DOUBLE GLITTER TECHNIQUES by Lynell Harlow
Double sided mounting paper (MPDS)
Ultrafine opaque and transparent glitters
Variety of Dreamweaver metal stencils
100% natural soap (DHHS)
#3, #6, and #12 Dreamweaver stencil brushes
1. Soap the back of the stencil with a bar of natural soap (DHHS). A 100% natural soap works best because it is not so crumbly. The soap will act as a resist to the tackiness of the mounting paper, so that when you remove the paper from the metal stencil, you will not ruin it by bending it.
2. Gently brush away any soap flakes from the stencil openings with a firm #12 stencil brush. If there are any clumps of soap on the back of the stencil they will resist the distress powder and could distort the finished image making it blotchy, so smooth these clumps away with the brush.
3. Cut a piece of Double Sided Mounting Paper (MPDS) just slightly larger than your stencil and remove one side of the release paper to reveal the sticky surface. Save this piece of release paper that you have removed for the next step.
4. Press the soaped side of the stencil onto the sticky face of the paper very firmly, to avoid air pockets which could create a way for the glitter to seep under the stencil. You could use the release paper that you saved to place over the stencil and press to keep the sticky mounting paper clean from dirty fingers.
5. Sprinkle the glitter into the design of the stencil and use a circular rubbing motion with your fingers to make it stay on the sticky mounting paper. Then, tip the paper at an angle so this glitter will fall away from sticky parts of the design that you later want covered with another color of glitter. Repeat this process with other colors of glitter and remember to angle each color away from sticky areas not yet filled. We call this angling process a “waterfall” technique.
6. When you are finished, tap off the excess glitter and place your card, stencil side down, on the table. Now your stencil is hidden from your view. Carefully peel the glittered mounting paper off the stencil with one hand, while supporting the stencil with the fingers of your other hand to ensure that the stencil remains flat against the table. (See how the soap keeps the sticky paper from “sticking” to the stencil?) This way you are bending the cardstock in the removal process and not the stencil.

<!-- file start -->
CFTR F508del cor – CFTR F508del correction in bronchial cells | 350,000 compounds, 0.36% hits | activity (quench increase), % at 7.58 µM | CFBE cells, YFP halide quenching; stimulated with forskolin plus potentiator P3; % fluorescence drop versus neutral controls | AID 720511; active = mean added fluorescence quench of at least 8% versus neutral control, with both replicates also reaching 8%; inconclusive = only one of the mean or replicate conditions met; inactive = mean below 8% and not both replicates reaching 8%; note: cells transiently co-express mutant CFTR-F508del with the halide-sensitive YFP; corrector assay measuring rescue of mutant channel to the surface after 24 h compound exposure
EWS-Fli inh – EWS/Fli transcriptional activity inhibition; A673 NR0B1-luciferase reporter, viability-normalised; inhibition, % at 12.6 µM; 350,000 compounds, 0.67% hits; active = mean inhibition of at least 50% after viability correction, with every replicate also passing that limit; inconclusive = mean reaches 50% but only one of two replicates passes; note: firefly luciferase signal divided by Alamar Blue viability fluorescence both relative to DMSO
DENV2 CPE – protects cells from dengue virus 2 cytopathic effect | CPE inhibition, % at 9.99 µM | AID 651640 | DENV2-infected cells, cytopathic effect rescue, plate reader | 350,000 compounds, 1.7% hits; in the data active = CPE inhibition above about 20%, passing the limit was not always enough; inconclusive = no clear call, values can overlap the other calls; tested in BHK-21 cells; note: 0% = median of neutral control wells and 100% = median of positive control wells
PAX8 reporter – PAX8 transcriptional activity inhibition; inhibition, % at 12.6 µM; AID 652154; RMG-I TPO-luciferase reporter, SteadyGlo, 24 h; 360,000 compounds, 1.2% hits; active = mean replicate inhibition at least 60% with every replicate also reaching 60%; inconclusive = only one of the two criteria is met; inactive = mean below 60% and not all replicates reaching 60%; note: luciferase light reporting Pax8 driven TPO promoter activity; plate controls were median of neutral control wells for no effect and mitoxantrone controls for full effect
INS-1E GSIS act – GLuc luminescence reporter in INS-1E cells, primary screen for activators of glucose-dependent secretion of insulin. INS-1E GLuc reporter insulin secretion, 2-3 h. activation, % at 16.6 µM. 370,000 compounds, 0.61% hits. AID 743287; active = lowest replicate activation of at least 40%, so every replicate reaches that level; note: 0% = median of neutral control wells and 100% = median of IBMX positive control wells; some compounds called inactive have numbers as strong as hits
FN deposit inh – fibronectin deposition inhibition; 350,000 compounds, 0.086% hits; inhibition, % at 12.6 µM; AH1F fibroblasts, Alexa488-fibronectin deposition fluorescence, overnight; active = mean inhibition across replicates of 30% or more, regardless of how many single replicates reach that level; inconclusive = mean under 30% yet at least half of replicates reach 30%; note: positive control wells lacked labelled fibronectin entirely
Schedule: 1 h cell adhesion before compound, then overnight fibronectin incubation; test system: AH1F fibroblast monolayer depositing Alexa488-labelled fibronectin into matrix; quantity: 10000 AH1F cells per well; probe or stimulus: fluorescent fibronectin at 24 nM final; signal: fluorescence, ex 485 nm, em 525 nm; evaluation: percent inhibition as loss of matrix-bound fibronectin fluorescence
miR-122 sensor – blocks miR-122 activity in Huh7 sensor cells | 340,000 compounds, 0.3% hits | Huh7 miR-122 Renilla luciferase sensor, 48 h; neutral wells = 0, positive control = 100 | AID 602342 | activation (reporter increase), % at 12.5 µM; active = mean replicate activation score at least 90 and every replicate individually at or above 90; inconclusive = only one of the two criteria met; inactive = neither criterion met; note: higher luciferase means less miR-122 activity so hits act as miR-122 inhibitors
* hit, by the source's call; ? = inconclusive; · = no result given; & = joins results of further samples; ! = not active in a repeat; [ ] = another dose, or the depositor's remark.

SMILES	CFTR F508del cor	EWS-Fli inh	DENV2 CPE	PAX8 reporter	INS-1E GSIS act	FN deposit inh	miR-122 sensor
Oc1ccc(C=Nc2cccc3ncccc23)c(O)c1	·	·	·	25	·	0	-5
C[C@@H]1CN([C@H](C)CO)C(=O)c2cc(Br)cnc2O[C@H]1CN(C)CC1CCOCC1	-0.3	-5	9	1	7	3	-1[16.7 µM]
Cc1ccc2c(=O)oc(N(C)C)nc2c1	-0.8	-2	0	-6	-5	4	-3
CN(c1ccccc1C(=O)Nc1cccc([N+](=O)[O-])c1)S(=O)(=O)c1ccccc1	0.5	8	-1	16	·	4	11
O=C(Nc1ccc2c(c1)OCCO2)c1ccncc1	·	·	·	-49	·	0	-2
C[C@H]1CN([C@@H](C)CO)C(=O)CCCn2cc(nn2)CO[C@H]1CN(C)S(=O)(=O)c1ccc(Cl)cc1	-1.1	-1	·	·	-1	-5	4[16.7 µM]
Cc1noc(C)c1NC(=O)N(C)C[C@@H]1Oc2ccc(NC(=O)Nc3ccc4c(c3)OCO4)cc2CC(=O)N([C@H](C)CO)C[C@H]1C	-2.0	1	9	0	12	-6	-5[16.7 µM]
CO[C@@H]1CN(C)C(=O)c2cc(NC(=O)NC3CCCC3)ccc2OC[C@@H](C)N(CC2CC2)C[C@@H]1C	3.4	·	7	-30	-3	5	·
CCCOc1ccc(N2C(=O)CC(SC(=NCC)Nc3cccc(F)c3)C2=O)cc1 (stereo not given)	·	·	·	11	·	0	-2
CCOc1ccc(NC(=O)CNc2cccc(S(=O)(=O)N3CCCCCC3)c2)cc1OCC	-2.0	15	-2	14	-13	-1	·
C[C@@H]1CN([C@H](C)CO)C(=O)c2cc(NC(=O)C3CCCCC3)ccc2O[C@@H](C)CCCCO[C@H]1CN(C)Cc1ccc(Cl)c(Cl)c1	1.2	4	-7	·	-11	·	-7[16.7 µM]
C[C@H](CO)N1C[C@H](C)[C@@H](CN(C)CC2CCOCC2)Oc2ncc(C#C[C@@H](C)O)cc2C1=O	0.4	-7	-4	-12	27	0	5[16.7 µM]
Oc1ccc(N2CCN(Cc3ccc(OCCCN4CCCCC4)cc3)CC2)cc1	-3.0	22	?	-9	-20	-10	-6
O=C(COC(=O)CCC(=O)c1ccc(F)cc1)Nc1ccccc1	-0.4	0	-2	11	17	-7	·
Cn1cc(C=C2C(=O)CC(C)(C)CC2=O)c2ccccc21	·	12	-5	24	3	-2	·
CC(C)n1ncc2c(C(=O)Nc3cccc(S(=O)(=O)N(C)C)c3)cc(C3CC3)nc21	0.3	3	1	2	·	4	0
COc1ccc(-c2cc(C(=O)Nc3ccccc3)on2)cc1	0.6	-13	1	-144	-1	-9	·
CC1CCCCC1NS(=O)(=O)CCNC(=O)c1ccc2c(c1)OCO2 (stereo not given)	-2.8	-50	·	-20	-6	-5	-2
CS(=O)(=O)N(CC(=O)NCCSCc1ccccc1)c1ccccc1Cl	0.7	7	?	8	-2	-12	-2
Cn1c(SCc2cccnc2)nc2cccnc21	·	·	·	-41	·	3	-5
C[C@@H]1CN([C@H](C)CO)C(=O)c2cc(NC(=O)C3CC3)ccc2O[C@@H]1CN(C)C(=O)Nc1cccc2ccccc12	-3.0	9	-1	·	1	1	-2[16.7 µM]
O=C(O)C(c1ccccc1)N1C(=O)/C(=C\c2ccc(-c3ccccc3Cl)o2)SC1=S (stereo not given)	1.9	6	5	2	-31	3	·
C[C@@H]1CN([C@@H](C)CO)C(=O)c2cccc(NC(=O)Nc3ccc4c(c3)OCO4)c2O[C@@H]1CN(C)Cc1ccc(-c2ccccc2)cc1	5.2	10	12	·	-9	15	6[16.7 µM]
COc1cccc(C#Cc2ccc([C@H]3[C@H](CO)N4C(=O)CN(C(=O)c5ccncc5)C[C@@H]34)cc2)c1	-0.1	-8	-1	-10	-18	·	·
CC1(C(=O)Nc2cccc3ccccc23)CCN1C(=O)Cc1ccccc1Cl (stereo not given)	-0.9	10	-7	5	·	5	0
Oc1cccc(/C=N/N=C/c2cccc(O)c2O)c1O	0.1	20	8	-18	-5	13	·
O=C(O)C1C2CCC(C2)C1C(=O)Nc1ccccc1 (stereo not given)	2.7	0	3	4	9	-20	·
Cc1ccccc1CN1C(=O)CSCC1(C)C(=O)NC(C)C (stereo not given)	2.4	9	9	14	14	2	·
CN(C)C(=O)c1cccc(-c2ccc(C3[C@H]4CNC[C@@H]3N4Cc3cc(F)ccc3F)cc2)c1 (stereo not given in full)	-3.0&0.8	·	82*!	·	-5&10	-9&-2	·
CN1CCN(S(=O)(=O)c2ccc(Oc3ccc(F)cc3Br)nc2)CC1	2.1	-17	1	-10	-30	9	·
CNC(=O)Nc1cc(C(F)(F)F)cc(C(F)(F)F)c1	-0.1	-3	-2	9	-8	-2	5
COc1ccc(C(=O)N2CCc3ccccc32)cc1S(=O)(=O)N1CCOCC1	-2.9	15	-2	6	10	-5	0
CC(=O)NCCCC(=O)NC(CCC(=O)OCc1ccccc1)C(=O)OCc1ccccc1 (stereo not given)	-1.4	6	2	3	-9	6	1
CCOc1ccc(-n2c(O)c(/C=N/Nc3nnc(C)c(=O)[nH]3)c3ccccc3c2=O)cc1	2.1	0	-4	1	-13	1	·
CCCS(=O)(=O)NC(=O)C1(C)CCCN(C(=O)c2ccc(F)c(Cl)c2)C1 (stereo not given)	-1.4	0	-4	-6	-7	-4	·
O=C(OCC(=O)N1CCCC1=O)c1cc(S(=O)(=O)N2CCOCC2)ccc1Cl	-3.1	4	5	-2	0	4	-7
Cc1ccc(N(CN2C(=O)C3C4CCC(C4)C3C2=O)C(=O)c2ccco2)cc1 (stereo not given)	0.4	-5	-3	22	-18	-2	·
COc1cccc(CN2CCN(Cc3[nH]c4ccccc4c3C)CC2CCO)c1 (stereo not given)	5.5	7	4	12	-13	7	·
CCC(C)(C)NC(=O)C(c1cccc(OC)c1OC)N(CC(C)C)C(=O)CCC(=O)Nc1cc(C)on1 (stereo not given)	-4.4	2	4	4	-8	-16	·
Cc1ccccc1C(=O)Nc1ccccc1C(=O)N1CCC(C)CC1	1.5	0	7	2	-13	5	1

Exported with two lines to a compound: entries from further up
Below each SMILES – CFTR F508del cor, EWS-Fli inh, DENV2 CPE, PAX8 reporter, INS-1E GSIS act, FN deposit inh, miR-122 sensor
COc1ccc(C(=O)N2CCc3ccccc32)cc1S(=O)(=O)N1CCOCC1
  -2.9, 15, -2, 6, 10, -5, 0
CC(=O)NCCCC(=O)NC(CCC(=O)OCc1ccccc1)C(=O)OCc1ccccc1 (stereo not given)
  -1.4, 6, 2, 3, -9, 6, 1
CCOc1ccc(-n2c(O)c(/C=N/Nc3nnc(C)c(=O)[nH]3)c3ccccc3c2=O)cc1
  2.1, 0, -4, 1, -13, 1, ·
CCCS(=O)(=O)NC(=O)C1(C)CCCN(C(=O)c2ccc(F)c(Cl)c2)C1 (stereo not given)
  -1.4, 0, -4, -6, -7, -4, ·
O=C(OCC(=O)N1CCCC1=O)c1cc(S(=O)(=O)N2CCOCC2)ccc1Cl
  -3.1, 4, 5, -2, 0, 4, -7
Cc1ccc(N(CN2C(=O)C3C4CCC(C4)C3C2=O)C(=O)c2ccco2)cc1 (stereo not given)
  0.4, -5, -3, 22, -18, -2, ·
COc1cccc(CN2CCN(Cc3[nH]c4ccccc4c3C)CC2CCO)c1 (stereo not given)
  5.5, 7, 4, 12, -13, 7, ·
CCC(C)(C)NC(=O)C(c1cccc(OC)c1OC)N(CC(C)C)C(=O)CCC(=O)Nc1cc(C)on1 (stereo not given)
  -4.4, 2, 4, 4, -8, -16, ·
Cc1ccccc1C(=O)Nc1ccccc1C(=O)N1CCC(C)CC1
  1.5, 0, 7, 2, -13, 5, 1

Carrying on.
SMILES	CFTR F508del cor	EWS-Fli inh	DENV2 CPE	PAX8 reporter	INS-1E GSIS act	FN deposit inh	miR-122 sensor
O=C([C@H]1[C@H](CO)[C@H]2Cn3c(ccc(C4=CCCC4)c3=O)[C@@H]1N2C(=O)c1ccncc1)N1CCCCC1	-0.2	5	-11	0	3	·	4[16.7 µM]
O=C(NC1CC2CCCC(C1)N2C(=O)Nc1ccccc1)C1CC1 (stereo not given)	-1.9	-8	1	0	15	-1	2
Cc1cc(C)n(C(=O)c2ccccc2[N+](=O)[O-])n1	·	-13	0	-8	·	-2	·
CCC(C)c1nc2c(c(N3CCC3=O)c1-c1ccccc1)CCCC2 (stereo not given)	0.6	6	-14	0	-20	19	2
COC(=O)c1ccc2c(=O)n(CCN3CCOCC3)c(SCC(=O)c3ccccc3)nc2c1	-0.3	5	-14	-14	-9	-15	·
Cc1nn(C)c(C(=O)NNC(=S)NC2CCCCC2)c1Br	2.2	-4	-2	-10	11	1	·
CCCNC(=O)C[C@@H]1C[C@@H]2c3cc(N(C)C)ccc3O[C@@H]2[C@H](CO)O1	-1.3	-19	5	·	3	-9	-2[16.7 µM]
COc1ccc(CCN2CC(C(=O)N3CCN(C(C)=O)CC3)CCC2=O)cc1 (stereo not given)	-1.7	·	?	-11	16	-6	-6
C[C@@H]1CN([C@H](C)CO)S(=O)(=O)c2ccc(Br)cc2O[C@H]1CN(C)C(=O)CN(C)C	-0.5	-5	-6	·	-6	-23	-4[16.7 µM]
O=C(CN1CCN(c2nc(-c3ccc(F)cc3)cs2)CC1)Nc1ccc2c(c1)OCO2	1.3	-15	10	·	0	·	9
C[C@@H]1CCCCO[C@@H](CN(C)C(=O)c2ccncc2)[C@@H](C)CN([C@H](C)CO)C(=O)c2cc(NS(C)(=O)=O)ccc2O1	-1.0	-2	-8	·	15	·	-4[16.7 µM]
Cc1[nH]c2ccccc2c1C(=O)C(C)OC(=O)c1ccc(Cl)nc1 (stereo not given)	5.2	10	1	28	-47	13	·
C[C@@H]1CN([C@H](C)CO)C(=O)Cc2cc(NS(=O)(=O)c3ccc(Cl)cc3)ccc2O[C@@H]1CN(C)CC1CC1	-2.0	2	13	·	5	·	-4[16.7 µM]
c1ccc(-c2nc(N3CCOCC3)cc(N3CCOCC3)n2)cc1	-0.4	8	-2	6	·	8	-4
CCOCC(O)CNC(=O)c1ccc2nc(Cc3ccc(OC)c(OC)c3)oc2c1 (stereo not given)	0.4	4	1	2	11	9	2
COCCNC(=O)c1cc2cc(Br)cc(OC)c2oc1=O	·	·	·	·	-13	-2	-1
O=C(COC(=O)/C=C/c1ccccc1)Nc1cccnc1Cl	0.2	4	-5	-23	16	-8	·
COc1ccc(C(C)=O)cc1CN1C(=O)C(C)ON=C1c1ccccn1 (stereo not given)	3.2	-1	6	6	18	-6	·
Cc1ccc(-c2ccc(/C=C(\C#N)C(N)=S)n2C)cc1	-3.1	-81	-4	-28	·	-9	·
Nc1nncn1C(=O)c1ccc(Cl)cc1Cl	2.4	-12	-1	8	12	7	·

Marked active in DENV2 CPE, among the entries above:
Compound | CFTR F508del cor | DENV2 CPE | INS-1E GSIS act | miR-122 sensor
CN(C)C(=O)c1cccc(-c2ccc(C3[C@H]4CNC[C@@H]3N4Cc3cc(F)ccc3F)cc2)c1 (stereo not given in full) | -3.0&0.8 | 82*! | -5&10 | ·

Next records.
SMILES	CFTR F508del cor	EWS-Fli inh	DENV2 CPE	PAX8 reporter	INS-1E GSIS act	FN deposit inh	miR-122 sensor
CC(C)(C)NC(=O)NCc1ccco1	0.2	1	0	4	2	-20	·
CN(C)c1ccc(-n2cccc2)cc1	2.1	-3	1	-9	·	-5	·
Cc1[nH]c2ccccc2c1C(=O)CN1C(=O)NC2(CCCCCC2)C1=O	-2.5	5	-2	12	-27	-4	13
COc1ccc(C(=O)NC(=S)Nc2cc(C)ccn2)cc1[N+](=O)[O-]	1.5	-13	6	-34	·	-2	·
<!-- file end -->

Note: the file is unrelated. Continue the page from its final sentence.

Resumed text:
7. Now the background of your glittered design is revealed and this part is still sticky (this is the area the stencil was sticking to). To finish the card I sprinkled a transparent background glitter all over this, now sticky, background. You can even do a circular rubbing motion with your fingers to work this glitter into the tacky background area.
I usually suggest doing the stencil design portion with an opaque glitter and the background with a transparent glitter or vice versa. This will achieve better color contrast. However you could also use colored transparent glitter on both the stencil design and a different color of transparent glitter on the background area, and then reposition the stencil on your glittered piece with removable tape. Next add color on top of this transparent glitter by stenciling with inks, using a dry brush technique for added shading and detailed coloration. Use our small #3 and #6 blue and gold handled brushes for the best results for these small stencil holes.
Great results have also been achieved with flocking or embossing powders with the double glitter technique.